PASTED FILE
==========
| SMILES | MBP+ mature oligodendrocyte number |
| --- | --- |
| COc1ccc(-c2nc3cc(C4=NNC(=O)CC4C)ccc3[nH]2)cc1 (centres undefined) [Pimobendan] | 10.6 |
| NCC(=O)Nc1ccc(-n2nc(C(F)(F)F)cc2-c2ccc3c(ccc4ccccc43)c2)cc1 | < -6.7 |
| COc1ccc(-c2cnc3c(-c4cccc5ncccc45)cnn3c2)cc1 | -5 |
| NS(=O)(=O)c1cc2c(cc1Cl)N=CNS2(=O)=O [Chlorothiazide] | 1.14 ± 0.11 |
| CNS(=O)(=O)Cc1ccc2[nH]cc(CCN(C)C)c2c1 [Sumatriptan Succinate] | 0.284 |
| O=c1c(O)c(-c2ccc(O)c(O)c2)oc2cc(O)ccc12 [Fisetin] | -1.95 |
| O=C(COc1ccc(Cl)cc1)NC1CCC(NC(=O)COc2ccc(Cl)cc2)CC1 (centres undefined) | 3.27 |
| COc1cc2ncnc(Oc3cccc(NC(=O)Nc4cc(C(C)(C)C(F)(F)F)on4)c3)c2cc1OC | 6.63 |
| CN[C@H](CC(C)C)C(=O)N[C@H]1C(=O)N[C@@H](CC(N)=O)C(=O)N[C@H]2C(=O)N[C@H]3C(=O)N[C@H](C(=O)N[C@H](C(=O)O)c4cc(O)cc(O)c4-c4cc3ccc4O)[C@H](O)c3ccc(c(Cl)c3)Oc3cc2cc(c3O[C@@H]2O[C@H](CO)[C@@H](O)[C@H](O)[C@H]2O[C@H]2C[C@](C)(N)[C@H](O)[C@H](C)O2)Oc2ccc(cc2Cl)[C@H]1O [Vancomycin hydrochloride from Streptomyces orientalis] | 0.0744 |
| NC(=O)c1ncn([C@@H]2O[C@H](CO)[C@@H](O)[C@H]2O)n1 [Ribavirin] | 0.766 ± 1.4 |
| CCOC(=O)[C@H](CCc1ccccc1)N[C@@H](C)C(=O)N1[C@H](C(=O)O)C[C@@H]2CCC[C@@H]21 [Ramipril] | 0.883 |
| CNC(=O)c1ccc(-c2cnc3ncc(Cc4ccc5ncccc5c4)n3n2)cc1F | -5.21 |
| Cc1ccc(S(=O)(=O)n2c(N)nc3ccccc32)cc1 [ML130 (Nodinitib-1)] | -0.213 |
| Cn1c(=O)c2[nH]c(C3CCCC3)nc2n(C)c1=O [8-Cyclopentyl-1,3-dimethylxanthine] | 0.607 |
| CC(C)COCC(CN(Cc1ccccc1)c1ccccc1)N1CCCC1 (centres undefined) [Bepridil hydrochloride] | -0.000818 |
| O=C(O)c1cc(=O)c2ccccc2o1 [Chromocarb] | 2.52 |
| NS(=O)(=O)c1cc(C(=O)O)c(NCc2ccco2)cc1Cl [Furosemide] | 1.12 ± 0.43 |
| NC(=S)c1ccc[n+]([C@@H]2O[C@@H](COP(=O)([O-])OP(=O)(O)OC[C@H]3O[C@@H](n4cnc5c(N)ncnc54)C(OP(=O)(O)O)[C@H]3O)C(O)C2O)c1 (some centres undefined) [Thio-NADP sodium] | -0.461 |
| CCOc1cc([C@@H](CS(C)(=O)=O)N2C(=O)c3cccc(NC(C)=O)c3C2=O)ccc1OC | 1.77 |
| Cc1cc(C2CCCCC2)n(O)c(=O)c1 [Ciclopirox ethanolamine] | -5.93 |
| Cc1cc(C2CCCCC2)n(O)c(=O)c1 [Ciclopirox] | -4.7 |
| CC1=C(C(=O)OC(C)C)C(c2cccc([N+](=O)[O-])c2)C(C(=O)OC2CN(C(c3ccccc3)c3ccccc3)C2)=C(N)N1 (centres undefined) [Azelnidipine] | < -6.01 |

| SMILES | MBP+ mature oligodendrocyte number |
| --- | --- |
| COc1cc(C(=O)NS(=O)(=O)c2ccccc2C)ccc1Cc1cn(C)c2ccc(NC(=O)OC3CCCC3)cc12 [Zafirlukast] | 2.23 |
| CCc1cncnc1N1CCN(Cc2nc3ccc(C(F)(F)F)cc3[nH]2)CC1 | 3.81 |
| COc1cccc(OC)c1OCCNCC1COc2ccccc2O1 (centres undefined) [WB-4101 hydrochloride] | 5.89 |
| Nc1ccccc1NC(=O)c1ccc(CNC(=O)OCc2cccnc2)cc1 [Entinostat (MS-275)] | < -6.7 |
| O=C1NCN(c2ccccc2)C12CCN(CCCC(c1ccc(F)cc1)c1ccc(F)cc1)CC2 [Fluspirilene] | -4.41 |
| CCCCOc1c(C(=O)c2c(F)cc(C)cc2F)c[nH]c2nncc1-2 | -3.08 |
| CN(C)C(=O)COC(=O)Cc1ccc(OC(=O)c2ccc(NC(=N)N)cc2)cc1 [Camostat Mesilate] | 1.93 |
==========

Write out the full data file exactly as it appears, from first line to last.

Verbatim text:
| SMILES | MBP+ mature oligodendrocyte number |
| --- | --- |
| COc1ccc(-c2nc3cc(C4=NNC(=O)CC4C)ccc3[nH]2)cc1 (centres undefined) [Pimobendan] | 10.6 |
| NCC(=O)Nc1ccc(-n2nc(C(F)(F)F)cc2-c2ccc3c(ccc4ccccc43)c2)cc1 | < -6.7 |
| COc1ccc(-c2cnc3c(-c4cccc5ncccc45)cnn3c2)cc1 | -5 |
| NS(=O)(=O)c1cc2c(cc1Cl)N=CNS2(=O)=O [Chlorothiazide] | 1.14 ± 0.11 |
| CNS(=O)(=O)Cc1ccc2[nH]cc(CCN(C)C)c2c1 [Sumatriptan Succinate] | 0.284 |
| O=c1c(O)c(-c2ccc(O)c(O)c2)oc2cc(O)ccc12 [Fisetin] | -1.95 |
| O=C(COc1ccc(Cl)cc1)NC1CCC(NC(=O)COc2ccc(Cl)cc2)CC1 (centres undefined) | 3.27 |
| COc1cc2ncnc(Oc3cccc(NC(=O)Nc4cc(C(C)(C)C(F)(F)F)on4)c3)c2cc1OC | 6.63 |
| CN[C@H](CC(C)C)C(=O)N[C@H]1C(=O)N[C@@H](CC(N)=O)C(=O)N[C@H]2C(=O)N[C@H]3C(=O)N[C@H](C(=O)N[C@H](C(=O)O)c4cc(O)cc(O)c4-c4cc3ccc4O)[C@H](O)c3ccc(c(Cl)c3)Oc3cc2cc(c3O[C@@H]2O[C@H](CO)[C@@H](O)[C@H](O)[C@H]2O[C@H]2C[C@](C)(N)[C@H](O)[C@H](C)O2)Oc2ccc(cc2Cl)[C@H]1O [Vancomycin hydrochloride from Streptomyces orientalis] | 0.0744 |
| NC(=O)c1ncn([C@@H]2O[C@H](CO)[C@@H](O)[C@H]2O)n1 [Ribavirin] | 0.766 ± 1.4 |
| CCOC(=O)[C@H](CCc1ccccc1)N[C@@H](C)C(=O)N1[C@H](C(=O)O)C[C@@H]2CCC[C@@H]21 [Ramipril] | 0.883 |
| CNC(=O)c1ccc(-c2cnc3ncc(Cc4ccc5ncccc5c4)n3n2)cc1F | -5.21 |
| Cc1ccc(S(=O)(=O)n2c(N)nc3ccccc32)cc1 [ML130 (Nodinitib-1)] | -0.213 |
| Cn1c(=O)c2[nH]c(C3CCCC3)nc2n(C)c1=O [8-Cyclopentyl-1,3-dimethylxanthine] | 0.607 |
| CC(C)COCC(CN(Cc1ccccc1)c1ccccc1)N1CCCC1 (centres undefined) [Bepridil hydrochloride] | -0.000818 |
| O=C(O)c1cc(=O)c2ccccc2o1 [Chromocarb] | 2.52 |
| NS(=O)(=O)c1cc(C(=O)O)c(NCc2ccco2)cc1Cl [Furosemide] | 1.12 ± 0.43 |
| NC(=S)c1ccc[n+]([C@@H]2O[C@@H](COP(=O)([O-])OP(=O)(O)OC[C@H]3O[C@@H](n4cnc5c(N)ncnc54)C(OP(=O)(O)O)[C@H]3O)C(O)C2O)c1 (some centres undefined) [Thio-NADP sodium] | -0.461 |
| CCOc1cc([C@@H](CS(C)(=O)=O)N2C(=O)c3cccc(NC(C)=O)c3C2=O)ccc1OC | 1.77 |
| Cc1cc(C2CCCCC2)n(O)c(=O)c1 [Ciclopirox ethanolamine] | -5.93 |
| Cc1cc(C2CCCCC2)n(O)c(=O)c1 [Ciclopirox] | -4.7 |
| CC1=C(C(=O)OC(C)C)C(c2cccc([N+](=O)[O-])c2)C(C(=O)OC2CN(C(c3ccccc3)c3ccccc3)C2)=C(N)N1 (centres undefined) [Azelnidipine] | < -6.01 |

| SMILES | MBP+ mature oligodendrocyte number |
| --- | --- |
| COc1cc(C(=O)NS(=O)(=O)c2ccccc2C)ccc1Cc1cn(C)c2ccc(NC(=O)OC3CCCC3)cc12 [Zafirlukast] | 2.23 |
| CCc1cncnc1N1CCN(Cc2nc3ccc(C(F)(F)F)cc3[nH]2)CC1 | 3.81 |
| COc1cccc(OC)c1OCCNCC1COc2ccccc2O1 (centres undefined) [WB-4101 hydrochloride] | 5.89 |
| Nc1ccccc1NC(=O)c1ccc(CNC(=O)OCc2cccnc2)cc1 [Entinostat (MS-275)] | < -6.7 |
| O=C1NCN(c2ccccc2)C12CCN(CCCC(c1ccc(F)cc1)c1ccc(F)cc1)CC2 [Fluspirilene] | -4.41 |
| CCCCOc1c(C(=O)c2c(F)cc(C)cc2F)c[nH]c2nncc1-2 | -3.08 |
| CN(C)C(=O)COC(=O)Cc1ccc(OC(=O)c2ccc(NC(=N)N)cc2)cc1 [Camostat Mesilate] | 1.93 |